The famous scribe and priest descended from Hilkiah the high priest (Ezra 7:1-25).
The Man Who Honored Scripture
Ezra or 1 Esdras, as he is called in the Vulgate, was the son or grandson of Seraiah, the high priest who was slain after the taking of Jerusalem (2 Kings 25:18, 21). As a priest, he was descended from Zadok and from Phinehas (Ezra 7:1-6). He was also a ready scribe (Ezra 7:6, 11, 12, 20), which occupation implied three things:
He was a student and as such had a duty to himself to study the will of God as revealed in His Word, that he might hide it in his own heart (Ezra 7:10).
He was an interpreter with a duty to his own generation in teaching his fellow exiles what he had learned. In this way he gave the “sense” of the Word (Neh. 8:2-8).
He was a copyist, which meant that this learned man had a duty to his own race in multiplying and preserving intact the very words of God (Ezra 7:10, 11).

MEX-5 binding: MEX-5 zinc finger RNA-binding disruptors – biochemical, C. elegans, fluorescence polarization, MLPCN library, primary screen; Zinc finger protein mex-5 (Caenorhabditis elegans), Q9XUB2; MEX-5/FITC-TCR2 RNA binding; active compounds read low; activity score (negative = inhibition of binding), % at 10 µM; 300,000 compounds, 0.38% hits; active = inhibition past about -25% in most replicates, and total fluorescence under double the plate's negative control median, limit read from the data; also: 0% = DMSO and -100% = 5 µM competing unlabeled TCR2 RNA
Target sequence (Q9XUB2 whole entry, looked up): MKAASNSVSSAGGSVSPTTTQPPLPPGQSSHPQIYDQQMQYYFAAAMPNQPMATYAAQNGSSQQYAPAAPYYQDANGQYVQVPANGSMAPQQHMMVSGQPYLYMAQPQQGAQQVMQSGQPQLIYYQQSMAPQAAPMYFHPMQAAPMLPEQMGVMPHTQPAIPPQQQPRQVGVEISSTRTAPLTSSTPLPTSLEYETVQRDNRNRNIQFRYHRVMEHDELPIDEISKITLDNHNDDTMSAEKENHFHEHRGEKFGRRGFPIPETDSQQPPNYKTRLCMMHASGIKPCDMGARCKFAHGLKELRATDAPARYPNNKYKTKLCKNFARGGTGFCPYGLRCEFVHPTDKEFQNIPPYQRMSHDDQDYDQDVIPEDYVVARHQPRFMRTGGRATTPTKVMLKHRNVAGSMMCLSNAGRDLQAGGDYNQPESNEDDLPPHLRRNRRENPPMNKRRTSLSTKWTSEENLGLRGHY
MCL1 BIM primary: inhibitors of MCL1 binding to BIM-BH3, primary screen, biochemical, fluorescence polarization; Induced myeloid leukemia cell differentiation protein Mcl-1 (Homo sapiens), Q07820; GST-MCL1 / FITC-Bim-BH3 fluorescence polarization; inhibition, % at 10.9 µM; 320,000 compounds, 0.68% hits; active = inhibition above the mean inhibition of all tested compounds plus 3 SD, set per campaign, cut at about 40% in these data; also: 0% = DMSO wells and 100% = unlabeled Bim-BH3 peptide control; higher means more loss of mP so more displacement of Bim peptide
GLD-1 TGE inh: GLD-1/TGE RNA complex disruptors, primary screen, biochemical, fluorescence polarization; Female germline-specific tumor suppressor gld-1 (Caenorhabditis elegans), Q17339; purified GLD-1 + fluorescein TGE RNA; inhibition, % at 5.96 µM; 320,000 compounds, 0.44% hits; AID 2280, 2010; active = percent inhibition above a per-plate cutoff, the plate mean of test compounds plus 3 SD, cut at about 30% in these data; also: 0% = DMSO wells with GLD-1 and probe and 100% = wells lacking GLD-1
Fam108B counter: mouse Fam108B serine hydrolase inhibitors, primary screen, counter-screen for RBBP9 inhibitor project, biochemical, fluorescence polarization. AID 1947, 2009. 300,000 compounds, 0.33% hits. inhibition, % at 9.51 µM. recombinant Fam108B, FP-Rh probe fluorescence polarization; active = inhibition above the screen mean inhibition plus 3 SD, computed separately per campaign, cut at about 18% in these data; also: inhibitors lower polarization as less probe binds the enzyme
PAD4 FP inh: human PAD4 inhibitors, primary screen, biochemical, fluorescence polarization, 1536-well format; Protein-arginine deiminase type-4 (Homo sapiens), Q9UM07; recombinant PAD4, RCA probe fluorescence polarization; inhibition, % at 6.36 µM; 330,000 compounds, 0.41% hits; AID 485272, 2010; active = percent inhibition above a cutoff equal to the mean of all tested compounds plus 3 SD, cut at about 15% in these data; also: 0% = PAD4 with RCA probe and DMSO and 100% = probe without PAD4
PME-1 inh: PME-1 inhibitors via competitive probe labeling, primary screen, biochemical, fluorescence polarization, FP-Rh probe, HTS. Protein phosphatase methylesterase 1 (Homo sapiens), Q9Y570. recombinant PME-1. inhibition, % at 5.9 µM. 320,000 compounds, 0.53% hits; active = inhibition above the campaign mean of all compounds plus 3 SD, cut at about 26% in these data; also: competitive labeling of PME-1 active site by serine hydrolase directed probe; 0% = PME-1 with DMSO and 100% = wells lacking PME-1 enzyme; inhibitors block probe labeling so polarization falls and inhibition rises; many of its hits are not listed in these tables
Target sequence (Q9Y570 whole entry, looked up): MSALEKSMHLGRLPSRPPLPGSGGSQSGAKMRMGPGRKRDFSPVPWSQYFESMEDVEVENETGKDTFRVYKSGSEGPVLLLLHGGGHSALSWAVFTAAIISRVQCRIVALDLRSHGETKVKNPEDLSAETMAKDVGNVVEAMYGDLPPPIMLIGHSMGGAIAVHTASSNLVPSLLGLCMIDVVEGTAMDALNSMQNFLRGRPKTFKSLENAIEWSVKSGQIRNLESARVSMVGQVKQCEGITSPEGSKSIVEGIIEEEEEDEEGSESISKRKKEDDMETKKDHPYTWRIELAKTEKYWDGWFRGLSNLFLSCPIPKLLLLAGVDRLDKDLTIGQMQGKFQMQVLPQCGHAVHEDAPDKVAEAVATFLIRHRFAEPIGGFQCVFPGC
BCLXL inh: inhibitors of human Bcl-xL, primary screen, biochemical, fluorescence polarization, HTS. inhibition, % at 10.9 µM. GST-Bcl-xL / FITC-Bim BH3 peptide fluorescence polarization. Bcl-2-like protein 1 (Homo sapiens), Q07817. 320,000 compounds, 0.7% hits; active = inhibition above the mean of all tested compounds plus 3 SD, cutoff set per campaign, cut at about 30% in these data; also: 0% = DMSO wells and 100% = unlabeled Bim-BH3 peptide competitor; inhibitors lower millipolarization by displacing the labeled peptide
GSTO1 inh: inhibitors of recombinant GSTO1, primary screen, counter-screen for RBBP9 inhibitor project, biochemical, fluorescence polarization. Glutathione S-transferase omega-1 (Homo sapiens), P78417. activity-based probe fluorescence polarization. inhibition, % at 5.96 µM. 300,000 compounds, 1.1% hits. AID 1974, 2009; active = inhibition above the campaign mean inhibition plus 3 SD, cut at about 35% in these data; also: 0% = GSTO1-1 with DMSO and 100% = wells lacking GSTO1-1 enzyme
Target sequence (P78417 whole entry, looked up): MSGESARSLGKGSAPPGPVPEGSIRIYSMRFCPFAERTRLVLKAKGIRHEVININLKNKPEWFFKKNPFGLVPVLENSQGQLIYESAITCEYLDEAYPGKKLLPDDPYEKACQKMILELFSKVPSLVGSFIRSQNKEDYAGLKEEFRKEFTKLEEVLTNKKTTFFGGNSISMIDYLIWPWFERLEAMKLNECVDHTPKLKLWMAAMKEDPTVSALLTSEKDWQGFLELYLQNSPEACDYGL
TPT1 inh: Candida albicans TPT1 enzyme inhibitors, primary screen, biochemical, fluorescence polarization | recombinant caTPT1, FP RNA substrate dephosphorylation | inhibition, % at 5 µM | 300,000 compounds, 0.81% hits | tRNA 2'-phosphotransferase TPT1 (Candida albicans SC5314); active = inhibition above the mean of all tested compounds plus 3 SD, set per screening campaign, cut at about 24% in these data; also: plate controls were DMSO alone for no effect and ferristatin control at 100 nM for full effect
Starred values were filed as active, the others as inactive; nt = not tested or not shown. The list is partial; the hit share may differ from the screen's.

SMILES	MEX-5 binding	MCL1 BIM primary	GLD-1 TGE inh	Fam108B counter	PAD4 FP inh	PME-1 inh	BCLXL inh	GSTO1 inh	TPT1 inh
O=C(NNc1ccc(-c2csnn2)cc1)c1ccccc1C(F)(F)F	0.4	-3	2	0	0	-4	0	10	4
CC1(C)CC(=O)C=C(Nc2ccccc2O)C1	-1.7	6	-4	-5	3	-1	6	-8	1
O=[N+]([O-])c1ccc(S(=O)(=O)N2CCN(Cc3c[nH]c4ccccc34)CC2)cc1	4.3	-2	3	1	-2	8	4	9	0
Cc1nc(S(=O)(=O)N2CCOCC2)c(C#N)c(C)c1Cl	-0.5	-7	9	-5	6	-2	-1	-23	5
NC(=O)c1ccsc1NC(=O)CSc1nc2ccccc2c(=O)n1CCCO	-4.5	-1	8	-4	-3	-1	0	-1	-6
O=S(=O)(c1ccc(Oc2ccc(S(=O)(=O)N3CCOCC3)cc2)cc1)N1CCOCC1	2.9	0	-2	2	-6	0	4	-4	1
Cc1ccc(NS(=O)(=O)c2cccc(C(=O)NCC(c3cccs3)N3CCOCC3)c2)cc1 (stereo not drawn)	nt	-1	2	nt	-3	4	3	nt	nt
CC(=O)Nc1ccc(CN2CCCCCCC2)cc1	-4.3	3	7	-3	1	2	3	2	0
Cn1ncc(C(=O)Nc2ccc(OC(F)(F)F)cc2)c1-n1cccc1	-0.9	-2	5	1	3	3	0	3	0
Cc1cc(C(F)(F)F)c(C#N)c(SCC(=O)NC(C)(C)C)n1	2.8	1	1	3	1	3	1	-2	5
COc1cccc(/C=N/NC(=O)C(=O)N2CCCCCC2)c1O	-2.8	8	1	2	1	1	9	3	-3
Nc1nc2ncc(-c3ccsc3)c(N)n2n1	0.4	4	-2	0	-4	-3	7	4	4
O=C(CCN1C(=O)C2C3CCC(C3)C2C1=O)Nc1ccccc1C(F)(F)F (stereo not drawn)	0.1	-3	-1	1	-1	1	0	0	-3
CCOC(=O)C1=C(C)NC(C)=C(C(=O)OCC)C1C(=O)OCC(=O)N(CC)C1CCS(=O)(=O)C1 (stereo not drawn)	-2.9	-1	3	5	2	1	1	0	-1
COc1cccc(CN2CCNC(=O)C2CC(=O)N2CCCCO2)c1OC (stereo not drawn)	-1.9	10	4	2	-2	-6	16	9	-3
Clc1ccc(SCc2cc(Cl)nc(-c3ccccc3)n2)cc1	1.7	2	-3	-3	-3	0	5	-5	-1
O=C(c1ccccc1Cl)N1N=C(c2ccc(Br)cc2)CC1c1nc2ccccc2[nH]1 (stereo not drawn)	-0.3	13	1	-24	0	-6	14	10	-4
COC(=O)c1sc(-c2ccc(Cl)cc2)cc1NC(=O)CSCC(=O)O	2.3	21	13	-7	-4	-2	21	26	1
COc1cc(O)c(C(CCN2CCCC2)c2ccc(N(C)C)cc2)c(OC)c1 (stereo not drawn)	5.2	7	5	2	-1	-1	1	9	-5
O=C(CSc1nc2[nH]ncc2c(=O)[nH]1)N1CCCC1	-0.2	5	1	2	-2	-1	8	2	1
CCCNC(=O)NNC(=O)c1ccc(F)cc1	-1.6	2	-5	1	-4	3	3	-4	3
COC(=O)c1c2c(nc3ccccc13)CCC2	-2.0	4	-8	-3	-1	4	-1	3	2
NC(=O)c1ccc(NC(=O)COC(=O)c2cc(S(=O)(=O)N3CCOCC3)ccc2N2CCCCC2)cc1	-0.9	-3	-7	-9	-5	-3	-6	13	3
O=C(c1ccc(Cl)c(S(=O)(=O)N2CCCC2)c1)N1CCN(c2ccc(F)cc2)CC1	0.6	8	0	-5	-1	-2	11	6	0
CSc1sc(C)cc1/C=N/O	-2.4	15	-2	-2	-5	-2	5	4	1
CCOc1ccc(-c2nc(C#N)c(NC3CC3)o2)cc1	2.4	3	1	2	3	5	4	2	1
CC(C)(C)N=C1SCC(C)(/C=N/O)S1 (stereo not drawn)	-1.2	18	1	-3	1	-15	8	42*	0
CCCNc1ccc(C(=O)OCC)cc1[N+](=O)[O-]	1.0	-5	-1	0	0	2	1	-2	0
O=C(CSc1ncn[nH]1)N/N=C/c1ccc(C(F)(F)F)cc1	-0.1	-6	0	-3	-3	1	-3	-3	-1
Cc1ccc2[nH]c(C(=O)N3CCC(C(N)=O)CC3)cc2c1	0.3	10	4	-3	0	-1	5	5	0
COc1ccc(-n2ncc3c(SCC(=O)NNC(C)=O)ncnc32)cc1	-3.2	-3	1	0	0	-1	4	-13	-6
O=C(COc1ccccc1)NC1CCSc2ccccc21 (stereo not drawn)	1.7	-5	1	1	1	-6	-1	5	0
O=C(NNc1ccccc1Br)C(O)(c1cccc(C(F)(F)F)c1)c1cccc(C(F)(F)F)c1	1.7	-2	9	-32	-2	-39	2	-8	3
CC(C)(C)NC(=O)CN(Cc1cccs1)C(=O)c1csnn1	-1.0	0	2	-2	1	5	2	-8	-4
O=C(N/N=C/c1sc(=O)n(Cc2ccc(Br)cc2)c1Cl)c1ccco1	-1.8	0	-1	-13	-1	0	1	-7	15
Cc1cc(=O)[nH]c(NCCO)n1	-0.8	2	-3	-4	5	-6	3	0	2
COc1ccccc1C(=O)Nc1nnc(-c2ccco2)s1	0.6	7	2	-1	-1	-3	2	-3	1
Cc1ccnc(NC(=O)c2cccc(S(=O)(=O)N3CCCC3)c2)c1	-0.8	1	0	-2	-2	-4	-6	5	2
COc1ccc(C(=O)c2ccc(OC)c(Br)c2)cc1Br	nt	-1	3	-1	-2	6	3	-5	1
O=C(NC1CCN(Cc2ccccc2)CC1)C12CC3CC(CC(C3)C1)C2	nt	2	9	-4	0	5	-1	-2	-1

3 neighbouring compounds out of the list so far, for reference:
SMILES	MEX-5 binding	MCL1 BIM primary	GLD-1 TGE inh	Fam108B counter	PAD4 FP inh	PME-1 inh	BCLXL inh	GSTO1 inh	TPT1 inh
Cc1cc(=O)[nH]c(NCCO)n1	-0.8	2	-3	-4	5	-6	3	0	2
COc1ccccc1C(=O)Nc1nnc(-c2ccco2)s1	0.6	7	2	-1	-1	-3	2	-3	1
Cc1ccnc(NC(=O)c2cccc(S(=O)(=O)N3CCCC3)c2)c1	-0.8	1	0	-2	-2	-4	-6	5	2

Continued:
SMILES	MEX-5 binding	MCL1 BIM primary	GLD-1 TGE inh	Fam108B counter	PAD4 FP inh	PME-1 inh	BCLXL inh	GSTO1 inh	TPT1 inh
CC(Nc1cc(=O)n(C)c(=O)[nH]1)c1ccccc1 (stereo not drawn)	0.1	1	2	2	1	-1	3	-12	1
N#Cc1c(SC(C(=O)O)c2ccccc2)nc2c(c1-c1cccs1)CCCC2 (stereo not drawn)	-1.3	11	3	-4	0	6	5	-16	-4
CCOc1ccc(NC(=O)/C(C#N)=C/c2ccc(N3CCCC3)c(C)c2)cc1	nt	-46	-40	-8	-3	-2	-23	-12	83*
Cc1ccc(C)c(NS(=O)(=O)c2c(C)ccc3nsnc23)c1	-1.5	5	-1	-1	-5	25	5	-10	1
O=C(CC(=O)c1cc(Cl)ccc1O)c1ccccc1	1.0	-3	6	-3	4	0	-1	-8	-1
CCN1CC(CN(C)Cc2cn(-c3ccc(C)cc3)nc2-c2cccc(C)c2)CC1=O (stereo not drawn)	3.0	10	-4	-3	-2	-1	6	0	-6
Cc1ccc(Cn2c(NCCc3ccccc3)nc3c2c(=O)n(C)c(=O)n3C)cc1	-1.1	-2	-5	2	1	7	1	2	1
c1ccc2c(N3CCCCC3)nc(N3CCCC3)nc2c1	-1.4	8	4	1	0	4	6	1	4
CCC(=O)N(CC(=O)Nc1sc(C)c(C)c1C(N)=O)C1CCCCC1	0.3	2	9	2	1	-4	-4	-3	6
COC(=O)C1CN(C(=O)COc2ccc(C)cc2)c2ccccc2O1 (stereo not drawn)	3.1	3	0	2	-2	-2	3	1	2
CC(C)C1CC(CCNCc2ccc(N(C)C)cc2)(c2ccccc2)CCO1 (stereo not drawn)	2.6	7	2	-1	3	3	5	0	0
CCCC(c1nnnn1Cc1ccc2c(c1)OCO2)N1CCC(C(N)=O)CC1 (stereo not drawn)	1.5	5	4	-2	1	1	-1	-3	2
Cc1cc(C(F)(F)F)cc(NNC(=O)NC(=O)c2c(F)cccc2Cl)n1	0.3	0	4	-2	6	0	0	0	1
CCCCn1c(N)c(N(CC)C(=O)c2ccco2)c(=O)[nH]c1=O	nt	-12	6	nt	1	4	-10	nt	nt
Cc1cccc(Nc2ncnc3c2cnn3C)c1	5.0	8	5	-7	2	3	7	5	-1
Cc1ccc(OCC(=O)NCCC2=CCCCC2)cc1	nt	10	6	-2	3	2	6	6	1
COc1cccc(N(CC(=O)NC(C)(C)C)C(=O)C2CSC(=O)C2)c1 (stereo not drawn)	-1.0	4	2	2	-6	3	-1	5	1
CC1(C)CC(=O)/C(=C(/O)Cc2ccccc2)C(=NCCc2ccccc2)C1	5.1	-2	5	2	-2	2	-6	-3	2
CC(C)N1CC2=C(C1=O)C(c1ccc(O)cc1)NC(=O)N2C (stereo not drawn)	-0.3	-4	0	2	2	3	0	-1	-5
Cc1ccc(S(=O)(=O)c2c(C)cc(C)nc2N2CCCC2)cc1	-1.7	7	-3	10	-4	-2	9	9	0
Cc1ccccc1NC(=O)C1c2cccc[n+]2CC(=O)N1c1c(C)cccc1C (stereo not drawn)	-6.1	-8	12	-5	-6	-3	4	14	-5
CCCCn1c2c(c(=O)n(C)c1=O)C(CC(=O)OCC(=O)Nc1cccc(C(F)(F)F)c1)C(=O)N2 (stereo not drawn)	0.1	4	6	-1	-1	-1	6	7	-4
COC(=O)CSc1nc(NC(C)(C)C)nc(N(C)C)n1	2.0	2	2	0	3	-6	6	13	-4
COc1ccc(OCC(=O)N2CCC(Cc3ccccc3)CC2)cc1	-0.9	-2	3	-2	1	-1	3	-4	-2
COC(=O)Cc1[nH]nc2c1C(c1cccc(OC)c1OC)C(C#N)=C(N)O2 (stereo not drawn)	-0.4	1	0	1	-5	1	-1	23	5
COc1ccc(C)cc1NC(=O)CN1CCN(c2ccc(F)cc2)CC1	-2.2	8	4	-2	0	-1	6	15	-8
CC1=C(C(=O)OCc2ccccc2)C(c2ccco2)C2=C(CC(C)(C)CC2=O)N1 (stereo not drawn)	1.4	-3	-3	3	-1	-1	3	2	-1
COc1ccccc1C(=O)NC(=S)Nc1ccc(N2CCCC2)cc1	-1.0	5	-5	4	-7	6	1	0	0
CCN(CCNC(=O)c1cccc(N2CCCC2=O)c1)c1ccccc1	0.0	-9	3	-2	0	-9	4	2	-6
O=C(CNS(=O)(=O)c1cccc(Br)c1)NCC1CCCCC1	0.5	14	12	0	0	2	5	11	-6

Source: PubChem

Ezra was also an able administrator. He conducted the Jewish exiles back to Jerusalem in peace and safety, and establishing himself as their leader, reformed them with a vigorous hand. Summarizing his life and labors, we can say that this Old Testament reformer was:
VI. A man deeply grieved over the sins of the people (Ezra 9:3; 10:6).
VII. A man who spared no pains to bring the people to repentance.
Traditional history says that it was Ezra who instituted the Great Synagogue, became its first President, settled the Canon of Jewish Scripture and began the building of synagogues in Jewish provincial towns. Ezra lived to a good old age, dying like Moses at the age of 120 years.
Ezra was a studious, prayerful ecclesiastic who set his heart to realize definite ideals:
To know the Law of Jehovah. What a passion was his to ascertain, explain and administer that Law!
To will to do the Law. Ezra not only taught the Law but urged the people to serve the Lord with heart, mouth and mind.
The key words of the Book of Ezra are Restoration, Reorganization, Reformation. The emphasis is upon the preservation of the national and religious life of the people. The leading ideas of the book are: